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This article is taken from PN Review 31, Volume 9 Number 5, May - June 1983.

Sirens Roger Scruton
THE siren of alarm, which heralds the passage of police car, fire engine or ambulance, is a symbol of political order, a re minder that no disaster is so private as to lie beyond the reach of public concern. On summer nights the sound fills the air above our cities, advancing from every quarter, resounding now near, now far, changing position with the suddenness of a mirage. When focussed at last, it is because you lie in its path; it becomes then single-minded and dangerous. It sweeps forward, murdering sleep, sending up sprays of anxiety, shouting of a catastrophe that might well be yours.

Should you be lying in bed in London, you hear a steady cacophonous alternation of sounds, each crowded with micro- tones, distanced by a minor third. It is a parody of the cuckoo, but also a reminder of the chorus's plea to Stravinsky's Oedipus: e pesta serva nos. The unbroken march of sound is a symbol of law and transgression, a renewed declaration of government and commonwealth in the face of foreseen aberrations.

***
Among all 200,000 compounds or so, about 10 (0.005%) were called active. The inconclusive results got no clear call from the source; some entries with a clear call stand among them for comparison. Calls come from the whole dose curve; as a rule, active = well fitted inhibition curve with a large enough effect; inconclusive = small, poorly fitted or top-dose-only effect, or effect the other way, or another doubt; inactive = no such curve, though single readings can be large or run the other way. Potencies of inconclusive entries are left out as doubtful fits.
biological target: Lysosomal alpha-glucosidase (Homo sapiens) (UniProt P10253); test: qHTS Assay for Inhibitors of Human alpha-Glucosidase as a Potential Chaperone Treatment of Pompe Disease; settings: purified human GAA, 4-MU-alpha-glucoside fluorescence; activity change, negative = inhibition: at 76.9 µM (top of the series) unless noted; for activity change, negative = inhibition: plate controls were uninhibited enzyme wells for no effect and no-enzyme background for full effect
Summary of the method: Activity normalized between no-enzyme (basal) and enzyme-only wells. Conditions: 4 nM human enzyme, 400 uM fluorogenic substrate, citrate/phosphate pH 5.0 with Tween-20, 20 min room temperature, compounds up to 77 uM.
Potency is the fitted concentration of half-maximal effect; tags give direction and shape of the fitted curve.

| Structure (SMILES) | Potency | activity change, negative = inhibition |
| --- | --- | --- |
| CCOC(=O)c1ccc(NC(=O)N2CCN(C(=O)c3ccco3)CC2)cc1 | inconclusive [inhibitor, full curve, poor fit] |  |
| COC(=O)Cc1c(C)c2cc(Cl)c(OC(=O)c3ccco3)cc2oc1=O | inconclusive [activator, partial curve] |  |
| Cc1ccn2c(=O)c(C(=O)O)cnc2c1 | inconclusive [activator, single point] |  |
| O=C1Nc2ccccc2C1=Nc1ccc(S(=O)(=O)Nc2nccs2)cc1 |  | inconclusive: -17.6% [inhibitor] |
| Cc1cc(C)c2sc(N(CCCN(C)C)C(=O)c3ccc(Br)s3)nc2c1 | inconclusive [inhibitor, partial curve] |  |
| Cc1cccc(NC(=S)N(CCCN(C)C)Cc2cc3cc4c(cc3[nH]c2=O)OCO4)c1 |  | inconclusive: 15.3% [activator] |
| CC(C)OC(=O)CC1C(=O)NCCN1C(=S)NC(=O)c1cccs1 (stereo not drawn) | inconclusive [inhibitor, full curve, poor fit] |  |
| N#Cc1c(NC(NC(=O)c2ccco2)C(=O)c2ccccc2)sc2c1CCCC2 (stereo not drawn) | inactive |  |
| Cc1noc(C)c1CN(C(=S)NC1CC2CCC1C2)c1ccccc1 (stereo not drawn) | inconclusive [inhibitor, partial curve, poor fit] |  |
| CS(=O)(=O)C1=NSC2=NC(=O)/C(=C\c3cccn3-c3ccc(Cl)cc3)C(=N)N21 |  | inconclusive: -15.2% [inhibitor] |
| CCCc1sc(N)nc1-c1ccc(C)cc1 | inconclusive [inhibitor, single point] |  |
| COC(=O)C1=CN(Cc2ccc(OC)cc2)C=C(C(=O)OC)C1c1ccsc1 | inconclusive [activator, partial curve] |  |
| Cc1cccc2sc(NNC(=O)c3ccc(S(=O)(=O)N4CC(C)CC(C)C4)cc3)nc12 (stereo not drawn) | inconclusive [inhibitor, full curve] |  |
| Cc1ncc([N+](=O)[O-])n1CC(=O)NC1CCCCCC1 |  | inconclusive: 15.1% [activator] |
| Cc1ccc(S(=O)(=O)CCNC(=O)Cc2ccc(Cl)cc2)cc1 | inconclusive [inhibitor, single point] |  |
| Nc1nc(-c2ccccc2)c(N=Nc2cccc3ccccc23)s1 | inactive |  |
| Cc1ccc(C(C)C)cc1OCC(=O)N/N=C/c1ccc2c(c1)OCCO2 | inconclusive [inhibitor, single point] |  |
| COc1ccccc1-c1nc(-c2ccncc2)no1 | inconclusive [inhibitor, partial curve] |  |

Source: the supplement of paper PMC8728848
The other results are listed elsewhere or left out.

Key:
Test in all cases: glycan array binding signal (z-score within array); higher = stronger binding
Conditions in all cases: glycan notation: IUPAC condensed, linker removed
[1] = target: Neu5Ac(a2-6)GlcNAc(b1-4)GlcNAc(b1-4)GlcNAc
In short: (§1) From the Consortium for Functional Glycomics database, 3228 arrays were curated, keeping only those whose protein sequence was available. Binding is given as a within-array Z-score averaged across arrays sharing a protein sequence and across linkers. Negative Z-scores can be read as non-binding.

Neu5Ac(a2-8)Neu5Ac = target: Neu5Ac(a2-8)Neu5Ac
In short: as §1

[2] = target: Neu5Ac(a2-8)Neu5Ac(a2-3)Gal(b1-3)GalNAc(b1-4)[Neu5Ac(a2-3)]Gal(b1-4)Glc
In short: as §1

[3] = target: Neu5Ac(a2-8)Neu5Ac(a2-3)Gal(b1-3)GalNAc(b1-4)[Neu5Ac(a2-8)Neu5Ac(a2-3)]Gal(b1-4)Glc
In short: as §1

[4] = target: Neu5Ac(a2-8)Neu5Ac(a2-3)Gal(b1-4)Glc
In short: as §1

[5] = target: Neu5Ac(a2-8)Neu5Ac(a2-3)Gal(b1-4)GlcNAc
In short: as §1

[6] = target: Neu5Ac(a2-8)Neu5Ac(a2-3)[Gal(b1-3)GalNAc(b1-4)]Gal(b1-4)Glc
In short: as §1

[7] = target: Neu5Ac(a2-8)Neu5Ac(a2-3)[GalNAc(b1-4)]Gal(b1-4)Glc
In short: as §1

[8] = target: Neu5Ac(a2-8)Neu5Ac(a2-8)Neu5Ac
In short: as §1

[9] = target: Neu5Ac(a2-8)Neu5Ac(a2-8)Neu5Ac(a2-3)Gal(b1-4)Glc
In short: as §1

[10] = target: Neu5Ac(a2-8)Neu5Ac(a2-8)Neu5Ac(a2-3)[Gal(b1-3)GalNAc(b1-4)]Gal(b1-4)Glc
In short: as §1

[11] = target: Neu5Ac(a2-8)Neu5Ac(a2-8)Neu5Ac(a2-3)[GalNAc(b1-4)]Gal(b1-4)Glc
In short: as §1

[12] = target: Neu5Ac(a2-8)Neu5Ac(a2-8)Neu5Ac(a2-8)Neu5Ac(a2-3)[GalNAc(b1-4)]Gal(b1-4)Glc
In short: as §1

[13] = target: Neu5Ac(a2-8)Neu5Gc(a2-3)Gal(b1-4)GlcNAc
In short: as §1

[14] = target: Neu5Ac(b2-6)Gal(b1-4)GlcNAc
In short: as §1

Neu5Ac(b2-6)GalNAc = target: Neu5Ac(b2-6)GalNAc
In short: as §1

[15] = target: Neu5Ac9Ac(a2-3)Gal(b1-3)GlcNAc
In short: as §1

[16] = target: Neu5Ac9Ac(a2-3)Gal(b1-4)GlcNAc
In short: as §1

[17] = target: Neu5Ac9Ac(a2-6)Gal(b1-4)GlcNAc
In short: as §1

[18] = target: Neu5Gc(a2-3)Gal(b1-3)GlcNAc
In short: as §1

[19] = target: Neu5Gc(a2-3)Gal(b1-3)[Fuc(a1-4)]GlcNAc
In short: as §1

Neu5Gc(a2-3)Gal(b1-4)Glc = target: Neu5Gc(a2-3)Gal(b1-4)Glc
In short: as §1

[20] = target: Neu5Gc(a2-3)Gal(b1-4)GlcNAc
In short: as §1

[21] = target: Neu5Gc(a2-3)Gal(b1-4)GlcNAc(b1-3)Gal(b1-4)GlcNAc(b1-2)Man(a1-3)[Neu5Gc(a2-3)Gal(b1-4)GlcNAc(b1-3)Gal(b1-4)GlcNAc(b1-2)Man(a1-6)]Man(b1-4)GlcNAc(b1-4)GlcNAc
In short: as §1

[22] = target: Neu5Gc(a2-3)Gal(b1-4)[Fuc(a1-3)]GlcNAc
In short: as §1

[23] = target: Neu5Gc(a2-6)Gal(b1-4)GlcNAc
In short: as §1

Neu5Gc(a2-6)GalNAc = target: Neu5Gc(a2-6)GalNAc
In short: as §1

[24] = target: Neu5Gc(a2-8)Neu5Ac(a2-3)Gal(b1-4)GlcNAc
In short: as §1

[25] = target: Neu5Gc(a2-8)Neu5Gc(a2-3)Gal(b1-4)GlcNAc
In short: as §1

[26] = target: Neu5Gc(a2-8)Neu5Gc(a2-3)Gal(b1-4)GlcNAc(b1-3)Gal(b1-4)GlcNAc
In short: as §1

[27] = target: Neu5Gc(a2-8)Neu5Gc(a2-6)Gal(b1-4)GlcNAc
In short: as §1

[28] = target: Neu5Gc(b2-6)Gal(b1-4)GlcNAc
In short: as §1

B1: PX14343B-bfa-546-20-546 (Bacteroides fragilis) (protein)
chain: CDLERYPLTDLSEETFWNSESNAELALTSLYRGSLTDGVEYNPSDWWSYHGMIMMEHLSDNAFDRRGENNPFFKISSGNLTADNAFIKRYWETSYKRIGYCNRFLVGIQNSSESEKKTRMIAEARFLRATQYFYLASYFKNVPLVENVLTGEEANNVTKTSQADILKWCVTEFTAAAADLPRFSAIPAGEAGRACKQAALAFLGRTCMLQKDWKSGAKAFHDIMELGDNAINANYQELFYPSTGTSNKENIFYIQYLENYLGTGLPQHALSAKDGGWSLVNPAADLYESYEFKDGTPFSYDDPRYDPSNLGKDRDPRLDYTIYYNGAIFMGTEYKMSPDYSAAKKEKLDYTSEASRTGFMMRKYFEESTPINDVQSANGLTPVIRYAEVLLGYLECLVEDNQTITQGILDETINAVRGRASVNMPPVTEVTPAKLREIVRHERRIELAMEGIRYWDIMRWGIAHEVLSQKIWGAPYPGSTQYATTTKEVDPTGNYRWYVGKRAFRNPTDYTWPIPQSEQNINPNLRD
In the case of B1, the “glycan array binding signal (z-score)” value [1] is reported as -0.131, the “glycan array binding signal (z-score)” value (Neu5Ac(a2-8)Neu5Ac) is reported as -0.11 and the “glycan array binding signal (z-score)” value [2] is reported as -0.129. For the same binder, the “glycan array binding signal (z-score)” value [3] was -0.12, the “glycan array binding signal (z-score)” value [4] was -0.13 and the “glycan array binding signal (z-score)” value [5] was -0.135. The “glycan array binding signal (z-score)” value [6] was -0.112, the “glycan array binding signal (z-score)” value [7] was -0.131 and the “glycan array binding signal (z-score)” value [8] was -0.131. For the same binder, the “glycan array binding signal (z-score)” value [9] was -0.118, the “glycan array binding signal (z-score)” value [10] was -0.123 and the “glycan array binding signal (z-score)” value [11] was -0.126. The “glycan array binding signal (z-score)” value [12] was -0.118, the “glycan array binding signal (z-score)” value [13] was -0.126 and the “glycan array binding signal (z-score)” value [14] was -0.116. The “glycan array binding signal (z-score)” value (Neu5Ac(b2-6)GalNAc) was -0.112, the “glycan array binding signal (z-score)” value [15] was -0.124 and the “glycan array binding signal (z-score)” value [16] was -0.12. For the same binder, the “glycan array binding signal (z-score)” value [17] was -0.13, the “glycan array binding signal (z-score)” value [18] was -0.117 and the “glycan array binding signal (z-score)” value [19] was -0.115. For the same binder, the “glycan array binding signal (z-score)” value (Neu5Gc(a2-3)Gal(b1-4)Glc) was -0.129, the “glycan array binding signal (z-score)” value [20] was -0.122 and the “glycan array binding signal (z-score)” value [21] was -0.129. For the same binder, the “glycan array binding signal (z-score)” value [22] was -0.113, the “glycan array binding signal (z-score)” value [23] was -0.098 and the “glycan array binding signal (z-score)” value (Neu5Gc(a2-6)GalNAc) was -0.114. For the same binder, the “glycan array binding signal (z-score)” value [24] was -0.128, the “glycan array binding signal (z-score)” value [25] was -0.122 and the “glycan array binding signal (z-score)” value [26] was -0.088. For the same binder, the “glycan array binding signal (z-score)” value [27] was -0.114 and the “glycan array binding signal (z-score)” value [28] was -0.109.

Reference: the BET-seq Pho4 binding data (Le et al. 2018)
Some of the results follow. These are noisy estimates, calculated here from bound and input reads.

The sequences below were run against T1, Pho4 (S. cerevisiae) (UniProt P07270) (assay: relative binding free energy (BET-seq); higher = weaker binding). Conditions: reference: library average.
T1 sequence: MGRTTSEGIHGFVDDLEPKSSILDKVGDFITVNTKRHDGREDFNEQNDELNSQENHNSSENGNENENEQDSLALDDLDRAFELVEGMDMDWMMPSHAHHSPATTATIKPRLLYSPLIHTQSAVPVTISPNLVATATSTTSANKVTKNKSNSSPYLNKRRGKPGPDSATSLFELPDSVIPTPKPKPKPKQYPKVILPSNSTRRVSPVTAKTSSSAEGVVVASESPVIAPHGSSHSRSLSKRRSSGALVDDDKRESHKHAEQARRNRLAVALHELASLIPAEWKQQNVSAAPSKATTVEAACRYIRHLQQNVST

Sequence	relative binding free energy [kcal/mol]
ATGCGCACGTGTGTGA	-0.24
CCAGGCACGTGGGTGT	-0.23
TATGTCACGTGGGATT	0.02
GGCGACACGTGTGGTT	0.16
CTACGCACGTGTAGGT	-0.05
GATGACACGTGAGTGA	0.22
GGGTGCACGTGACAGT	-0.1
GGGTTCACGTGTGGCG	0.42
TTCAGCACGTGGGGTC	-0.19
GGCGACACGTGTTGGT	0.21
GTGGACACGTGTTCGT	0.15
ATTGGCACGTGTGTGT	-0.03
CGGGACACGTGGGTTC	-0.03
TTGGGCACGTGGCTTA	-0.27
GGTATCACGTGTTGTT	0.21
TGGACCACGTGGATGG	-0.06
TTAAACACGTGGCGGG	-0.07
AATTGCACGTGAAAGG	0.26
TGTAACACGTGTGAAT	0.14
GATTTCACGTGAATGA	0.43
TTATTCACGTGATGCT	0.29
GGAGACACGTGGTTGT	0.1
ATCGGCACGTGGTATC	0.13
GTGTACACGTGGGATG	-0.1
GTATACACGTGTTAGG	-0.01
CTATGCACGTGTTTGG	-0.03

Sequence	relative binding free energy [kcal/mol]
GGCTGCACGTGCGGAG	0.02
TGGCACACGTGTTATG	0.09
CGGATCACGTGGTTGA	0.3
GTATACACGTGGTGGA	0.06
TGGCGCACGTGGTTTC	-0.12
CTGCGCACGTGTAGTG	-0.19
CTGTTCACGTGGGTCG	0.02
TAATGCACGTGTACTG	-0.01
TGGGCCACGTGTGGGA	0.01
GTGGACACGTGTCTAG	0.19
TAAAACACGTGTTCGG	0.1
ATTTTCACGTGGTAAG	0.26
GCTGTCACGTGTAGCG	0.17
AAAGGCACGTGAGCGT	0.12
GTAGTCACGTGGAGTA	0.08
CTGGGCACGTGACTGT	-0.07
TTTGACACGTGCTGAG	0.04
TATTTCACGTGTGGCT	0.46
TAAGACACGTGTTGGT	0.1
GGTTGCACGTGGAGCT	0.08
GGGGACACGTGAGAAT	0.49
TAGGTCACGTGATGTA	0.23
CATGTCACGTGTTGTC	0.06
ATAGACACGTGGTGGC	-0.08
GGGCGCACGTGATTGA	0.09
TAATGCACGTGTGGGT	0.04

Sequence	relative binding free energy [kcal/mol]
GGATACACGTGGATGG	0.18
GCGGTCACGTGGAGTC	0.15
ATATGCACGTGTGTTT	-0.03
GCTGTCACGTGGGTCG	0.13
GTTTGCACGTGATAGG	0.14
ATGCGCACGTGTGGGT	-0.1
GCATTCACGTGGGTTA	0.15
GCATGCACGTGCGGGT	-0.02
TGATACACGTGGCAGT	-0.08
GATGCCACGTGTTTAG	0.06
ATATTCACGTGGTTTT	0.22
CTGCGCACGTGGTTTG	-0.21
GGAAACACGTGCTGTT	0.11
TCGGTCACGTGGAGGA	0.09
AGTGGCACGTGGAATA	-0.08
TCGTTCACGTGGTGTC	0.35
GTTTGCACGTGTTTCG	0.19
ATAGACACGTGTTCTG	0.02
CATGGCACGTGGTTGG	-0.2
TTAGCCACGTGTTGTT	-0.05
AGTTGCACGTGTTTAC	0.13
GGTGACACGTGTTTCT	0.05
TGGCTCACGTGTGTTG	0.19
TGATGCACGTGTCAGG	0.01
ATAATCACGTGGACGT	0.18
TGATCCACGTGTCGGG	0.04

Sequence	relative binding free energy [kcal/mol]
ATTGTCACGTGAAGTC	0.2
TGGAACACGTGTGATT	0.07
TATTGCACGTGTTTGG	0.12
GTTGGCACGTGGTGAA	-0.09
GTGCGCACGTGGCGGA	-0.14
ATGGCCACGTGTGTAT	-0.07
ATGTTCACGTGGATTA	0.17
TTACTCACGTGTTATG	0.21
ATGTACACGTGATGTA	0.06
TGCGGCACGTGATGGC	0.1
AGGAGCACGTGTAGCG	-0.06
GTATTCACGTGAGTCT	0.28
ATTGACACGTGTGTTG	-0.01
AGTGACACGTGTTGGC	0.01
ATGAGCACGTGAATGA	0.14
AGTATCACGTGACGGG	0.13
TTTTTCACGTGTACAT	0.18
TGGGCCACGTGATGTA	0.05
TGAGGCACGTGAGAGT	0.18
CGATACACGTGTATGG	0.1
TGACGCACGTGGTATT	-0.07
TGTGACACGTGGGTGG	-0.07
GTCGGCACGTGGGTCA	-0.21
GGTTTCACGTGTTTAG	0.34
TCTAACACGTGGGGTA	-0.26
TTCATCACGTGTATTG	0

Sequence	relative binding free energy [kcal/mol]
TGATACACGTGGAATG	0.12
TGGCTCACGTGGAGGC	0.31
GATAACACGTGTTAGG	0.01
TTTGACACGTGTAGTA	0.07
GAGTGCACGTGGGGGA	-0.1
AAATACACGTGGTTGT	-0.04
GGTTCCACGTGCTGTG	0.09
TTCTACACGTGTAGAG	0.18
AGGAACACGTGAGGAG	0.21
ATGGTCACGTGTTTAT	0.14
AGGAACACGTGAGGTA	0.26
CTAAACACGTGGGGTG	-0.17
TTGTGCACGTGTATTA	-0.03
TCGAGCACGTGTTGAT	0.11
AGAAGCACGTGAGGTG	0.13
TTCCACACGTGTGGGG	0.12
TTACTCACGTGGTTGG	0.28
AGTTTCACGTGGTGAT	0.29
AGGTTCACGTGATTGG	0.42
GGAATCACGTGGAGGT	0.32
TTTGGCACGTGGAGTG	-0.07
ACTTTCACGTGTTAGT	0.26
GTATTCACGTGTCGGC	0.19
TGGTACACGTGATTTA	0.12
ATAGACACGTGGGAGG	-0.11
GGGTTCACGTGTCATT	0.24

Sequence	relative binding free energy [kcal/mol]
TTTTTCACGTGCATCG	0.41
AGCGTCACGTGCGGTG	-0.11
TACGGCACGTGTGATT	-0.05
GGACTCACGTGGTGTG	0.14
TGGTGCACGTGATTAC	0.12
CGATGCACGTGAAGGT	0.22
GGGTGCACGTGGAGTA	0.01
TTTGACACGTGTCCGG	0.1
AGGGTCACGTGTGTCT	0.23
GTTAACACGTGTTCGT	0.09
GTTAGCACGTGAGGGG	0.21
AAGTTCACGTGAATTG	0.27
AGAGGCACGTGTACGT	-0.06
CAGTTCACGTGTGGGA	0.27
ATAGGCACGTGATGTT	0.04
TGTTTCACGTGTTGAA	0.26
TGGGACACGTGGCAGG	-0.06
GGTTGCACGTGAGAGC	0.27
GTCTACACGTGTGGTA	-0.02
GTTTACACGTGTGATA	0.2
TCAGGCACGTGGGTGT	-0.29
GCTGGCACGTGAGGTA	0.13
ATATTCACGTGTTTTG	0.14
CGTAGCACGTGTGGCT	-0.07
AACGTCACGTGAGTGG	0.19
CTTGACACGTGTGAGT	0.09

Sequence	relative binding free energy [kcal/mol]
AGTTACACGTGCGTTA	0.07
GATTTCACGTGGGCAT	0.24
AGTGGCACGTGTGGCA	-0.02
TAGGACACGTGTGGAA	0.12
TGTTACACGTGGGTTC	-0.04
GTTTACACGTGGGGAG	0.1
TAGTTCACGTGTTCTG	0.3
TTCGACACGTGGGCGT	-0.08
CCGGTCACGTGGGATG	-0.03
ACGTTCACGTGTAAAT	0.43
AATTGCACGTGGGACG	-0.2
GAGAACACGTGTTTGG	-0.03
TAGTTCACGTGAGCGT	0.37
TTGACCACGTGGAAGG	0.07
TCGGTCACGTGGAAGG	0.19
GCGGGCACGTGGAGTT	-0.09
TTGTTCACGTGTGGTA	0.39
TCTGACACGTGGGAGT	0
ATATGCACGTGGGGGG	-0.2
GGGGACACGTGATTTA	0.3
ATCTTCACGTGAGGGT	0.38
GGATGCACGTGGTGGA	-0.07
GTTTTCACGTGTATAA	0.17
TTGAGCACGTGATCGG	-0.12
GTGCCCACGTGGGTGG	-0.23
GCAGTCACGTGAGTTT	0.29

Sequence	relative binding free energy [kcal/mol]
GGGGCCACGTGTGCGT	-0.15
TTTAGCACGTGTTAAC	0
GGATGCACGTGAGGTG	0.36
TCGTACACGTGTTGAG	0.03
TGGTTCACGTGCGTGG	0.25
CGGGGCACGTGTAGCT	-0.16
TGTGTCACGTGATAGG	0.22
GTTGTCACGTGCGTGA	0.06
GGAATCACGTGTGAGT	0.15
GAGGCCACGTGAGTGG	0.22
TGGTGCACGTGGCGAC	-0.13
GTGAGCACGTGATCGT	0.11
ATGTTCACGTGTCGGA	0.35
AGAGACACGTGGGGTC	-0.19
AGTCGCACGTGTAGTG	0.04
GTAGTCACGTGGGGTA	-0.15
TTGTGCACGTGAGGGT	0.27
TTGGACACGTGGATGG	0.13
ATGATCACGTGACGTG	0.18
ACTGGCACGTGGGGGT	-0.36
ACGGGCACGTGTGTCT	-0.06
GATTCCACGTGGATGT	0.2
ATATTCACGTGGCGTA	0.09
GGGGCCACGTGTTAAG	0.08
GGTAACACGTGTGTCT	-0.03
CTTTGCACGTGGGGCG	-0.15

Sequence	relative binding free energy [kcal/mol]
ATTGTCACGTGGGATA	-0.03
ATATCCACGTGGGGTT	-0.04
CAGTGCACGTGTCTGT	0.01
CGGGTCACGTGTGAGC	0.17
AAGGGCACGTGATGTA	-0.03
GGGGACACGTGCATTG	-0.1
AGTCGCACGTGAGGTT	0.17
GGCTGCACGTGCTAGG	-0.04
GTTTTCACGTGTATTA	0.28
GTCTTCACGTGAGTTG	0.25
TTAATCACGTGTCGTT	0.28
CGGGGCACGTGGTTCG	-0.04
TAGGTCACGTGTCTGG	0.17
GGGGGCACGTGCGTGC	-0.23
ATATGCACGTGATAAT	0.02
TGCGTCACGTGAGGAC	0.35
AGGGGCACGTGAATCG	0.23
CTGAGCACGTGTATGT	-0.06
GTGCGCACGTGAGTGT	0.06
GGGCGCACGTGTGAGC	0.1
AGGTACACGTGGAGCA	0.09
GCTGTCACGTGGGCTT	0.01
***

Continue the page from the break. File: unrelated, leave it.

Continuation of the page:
The sleepless listener in New York hears something quite different. It begins as an unearthly wail, rises in pitch and volume to a point of anguish, sobs, chokes, and then bursts out in fiendish laughter. The wailing resumes, works to another climax, and then again turns to laughter. The sound has a spectral, frightened quality: not the voice of the law outraged, but that of the crime discovered. The American ...

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